The comforter's orange, red, yellow, and green floral pattern elicited a kaleidoscope of memories. It originally belonged to her mother—the last thing she bought before becoming too incapacitated with ALS to shop ever again. Connie was with her, the two women best friends dating back to college.

Three years after her mother passed away, Connie married Sara's father. She told Sara the bedspread made her feel guilty, as if she were sleeping with her best friend's husband. Thus, she asked Sara if she'd like to have it.

Its colors fit the cabin perfectly, where it became part of Bryan, too.

Joyful, carefree moments spent in their idyllic mountain retreat. Skiing, hiking, stargazing, making love before a roaring fireplace—all in a world that was theirs alone.

Now two of the people she loved the most were gone, the spread's soft touch a sentimental link to them both.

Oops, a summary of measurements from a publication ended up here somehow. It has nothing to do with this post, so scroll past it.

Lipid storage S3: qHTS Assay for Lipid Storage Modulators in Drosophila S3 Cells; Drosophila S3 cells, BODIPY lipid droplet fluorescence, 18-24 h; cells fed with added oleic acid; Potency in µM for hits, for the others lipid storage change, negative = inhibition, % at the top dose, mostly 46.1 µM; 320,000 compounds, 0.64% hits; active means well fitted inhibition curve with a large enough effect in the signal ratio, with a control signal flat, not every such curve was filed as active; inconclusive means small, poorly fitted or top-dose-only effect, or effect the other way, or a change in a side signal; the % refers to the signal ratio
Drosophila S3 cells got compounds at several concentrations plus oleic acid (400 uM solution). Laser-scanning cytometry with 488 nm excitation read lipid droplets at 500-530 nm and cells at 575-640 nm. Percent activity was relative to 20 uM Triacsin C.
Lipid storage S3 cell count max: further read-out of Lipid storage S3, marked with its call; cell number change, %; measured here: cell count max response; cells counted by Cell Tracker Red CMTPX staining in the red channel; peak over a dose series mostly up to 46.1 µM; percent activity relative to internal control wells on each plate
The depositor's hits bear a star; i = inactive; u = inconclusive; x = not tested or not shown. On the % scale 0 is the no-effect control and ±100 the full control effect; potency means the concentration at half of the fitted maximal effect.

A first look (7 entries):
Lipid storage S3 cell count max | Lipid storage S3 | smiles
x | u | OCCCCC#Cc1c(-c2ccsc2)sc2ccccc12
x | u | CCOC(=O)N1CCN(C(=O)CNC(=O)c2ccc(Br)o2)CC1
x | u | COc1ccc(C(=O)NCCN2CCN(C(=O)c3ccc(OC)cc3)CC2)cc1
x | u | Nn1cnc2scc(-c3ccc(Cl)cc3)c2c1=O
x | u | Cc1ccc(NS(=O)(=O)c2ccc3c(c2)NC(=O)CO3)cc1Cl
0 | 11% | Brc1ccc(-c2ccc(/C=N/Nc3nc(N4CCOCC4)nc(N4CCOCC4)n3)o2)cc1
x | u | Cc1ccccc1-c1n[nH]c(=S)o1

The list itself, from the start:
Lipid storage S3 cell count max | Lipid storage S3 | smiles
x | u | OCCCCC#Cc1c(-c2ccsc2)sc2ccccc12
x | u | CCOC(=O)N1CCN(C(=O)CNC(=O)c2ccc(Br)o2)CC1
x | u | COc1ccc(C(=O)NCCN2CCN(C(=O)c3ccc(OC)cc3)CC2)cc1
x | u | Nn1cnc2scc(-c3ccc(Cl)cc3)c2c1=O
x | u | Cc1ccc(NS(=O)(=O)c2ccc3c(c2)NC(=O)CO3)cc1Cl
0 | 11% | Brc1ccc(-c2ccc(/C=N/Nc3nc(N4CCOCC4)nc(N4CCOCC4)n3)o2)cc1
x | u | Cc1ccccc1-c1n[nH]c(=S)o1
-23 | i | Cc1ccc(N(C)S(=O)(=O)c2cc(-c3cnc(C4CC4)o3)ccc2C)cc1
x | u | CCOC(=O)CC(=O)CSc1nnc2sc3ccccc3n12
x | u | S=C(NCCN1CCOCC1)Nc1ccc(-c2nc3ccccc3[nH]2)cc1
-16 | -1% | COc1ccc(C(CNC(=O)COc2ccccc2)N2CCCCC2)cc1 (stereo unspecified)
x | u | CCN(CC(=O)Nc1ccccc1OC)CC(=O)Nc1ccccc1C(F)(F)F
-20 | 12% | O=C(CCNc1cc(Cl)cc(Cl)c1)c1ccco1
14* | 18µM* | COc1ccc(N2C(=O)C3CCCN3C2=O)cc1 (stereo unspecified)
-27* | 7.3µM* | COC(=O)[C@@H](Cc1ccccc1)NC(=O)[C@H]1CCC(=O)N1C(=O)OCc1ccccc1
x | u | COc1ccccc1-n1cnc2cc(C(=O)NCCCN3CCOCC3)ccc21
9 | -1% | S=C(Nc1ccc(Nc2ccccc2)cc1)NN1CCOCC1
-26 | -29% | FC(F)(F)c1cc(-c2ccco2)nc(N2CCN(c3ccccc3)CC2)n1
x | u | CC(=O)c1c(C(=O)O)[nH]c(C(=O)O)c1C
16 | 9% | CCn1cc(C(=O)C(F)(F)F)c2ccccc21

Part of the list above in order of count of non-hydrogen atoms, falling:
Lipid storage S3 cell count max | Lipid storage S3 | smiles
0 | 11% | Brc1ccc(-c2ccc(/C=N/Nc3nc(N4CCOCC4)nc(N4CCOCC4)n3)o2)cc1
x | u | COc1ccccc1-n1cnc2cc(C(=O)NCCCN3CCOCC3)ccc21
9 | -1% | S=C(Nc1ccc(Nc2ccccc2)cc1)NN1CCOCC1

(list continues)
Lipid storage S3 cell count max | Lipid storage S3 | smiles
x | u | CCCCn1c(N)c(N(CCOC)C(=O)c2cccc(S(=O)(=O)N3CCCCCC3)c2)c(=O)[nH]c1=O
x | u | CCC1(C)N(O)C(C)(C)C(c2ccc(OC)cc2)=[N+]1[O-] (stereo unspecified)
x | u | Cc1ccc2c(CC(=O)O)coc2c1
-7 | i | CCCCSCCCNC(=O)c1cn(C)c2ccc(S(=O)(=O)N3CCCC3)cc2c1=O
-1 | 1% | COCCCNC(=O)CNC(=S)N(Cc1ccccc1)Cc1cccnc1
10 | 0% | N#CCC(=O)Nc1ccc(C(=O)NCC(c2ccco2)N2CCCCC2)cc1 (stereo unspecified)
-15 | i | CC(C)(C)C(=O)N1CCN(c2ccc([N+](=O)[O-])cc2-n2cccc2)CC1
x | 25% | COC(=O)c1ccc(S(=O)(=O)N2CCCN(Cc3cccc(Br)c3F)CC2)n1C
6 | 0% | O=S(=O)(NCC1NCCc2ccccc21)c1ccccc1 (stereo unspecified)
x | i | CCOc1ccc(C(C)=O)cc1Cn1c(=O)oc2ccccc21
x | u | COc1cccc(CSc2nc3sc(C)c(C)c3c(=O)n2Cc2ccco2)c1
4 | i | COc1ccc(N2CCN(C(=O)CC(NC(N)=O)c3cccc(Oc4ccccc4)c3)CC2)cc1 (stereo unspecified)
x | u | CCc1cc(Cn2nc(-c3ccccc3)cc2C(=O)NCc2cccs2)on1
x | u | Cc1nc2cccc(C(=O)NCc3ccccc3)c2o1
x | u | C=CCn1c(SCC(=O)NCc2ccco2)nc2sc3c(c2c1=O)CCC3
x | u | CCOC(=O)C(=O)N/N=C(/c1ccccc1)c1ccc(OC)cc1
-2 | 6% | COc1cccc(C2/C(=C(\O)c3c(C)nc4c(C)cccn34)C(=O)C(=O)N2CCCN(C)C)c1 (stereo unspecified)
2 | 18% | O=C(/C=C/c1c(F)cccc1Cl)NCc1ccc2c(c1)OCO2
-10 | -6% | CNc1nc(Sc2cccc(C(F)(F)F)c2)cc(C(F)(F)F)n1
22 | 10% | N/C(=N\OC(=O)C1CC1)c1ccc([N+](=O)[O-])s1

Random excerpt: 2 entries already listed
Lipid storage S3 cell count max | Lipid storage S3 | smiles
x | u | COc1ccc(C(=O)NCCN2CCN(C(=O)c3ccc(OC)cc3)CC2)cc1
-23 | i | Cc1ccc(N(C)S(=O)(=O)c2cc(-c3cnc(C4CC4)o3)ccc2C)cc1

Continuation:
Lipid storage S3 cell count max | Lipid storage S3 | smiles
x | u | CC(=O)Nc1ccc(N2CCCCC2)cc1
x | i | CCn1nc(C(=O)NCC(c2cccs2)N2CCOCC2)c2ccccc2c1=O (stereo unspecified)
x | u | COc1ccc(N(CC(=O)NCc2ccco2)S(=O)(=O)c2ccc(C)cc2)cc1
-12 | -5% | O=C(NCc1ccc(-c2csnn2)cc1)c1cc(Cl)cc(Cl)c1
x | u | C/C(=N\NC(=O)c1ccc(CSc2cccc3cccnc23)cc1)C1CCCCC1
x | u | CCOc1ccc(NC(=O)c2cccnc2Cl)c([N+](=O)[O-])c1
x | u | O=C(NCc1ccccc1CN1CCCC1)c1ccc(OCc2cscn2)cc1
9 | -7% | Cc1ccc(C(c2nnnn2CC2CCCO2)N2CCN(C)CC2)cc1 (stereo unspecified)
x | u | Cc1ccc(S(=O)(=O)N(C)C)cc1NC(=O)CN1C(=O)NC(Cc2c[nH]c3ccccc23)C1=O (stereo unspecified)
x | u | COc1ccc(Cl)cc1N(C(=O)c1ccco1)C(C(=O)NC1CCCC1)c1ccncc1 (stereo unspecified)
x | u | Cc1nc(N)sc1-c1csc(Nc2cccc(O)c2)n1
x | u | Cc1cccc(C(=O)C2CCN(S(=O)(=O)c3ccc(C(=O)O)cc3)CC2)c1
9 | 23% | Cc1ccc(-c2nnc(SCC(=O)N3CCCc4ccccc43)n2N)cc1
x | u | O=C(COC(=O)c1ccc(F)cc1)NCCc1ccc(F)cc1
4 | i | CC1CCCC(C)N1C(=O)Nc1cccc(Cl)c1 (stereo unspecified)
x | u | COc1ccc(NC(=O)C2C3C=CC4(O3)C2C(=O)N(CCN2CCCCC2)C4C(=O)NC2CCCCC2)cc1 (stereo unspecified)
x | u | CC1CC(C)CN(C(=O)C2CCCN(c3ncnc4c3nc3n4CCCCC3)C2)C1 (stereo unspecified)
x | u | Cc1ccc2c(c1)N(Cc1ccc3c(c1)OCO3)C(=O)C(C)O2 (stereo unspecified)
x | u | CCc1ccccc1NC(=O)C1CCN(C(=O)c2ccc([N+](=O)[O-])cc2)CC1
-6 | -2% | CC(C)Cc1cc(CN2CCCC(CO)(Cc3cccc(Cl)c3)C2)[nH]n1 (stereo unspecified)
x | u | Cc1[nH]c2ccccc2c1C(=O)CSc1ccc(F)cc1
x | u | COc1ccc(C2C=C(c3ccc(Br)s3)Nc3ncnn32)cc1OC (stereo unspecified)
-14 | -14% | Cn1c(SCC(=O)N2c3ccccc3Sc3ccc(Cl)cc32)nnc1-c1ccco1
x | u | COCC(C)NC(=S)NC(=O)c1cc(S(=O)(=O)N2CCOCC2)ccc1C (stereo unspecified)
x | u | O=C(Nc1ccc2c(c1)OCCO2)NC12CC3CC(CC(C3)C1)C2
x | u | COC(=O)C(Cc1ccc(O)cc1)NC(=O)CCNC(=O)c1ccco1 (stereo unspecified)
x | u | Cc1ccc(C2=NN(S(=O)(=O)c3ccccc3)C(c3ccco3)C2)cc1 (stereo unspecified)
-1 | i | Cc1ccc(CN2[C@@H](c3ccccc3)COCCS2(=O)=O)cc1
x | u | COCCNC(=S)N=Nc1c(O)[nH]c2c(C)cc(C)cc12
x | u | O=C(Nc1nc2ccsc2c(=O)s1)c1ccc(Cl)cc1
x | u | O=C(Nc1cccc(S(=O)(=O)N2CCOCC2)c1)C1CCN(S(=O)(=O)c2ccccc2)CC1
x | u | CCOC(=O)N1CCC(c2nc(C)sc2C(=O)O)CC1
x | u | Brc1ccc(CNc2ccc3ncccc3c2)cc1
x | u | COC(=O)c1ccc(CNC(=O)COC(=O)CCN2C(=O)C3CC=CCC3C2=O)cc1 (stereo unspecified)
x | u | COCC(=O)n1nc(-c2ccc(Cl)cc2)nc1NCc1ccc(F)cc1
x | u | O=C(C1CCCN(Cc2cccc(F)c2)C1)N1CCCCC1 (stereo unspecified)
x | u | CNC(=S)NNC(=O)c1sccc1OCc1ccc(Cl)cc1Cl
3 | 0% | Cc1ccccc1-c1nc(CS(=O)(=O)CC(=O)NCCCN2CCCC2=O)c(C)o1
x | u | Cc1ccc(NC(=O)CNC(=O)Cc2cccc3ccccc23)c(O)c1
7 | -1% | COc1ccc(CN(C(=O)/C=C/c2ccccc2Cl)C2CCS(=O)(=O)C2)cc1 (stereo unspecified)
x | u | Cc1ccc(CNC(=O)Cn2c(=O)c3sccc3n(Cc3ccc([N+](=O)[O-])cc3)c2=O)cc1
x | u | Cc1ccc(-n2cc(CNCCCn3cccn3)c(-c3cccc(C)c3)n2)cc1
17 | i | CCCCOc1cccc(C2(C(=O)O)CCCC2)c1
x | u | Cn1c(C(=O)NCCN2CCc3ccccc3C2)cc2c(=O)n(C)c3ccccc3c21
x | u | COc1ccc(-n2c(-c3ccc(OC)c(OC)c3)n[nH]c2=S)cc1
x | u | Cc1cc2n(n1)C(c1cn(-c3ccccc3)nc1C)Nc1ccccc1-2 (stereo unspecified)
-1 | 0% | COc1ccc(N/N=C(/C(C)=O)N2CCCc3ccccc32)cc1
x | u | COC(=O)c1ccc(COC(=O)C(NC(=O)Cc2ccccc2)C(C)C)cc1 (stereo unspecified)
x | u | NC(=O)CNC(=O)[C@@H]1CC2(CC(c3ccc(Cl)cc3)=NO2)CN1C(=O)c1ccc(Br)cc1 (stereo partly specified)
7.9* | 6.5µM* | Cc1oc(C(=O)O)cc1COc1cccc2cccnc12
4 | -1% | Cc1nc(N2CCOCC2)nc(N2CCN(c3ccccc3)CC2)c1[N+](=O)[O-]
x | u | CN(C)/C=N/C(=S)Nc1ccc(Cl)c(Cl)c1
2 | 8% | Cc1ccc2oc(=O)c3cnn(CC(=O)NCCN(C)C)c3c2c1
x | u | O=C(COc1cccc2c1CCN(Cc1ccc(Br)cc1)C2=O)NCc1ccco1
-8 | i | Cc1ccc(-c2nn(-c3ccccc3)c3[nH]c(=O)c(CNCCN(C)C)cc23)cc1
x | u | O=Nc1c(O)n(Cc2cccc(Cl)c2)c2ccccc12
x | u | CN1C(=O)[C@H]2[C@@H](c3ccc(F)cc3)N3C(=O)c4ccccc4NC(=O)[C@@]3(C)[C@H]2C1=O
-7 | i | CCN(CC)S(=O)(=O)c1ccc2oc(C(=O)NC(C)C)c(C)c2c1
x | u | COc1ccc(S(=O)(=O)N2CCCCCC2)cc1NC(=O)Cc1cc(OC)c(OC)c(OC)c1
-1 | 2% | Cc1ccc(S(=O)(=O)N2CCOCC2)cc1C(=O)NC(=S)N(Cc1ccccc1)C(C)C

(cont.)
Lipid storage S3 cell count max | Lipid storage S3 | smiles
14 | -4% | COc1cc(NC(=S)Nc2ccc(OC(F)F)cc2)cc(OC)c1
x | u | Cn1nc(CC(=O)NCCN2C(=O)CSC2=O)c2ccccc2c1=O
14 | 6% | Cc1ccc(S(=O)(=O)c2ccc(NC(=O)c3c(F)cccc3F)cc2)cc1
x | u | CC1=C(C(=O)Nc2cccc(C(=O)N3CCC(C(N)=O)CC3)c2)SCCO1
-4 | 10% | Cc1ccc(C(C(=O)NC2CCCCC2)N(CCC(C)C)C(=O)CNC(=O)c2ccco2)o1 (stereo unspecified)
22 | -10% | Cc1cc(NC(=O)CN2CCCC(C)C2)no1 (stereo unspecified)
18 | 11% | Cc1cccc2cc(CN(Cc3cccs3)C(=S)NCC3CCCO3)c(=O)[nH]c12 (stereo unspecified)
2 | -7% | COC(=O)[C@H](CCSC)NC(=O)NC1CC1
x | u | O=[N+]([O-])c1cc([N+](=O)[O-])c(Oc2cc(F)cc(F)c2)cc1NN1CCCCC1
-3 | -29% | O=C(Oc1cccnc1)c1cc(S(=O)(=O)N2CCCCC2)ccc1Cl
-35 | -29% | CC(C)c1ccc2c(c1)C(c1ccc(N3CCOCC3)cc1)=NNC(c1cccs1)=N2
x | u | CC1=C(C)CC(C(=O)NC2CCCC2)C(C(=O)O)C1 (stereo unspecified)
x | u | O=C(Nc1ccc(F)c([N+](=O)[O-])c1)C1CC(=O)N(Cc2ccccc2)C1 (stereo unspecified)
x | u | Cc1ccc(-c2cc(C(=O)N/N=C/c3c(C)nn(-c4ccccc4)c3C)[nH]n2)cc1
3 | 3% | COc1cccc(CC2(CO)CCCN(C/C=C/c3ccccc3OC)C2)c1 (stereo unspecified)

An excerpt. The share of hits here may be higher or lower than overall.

Whom did she miss more?

Her mom?

Or her husband?

She buried her face in his pillow, inhaling the scent that would always remind her of him, consumed by an unhappy flux of melancholy she didn't have time for right now.

"Sara? Do you need some help, honey?"

She sniffed hard and cleared her throat.

"No, I'm fine. Be right down."

She ducked into the bathroom to rinse her face and blow her nose.

Hopefully the cabin would be okay. Bryan's soul still resided there, his ashes scattered along their favorite hiking trail.

Everything, inside and out, had sentimental value—everything.

But for now, practicality had to reign.

Pushing back the mushy thoughts, she opened the closet. Ski equipment. That could be replaced in the unlikely event she decided to go again. The telescope in its bulky box in back could, too.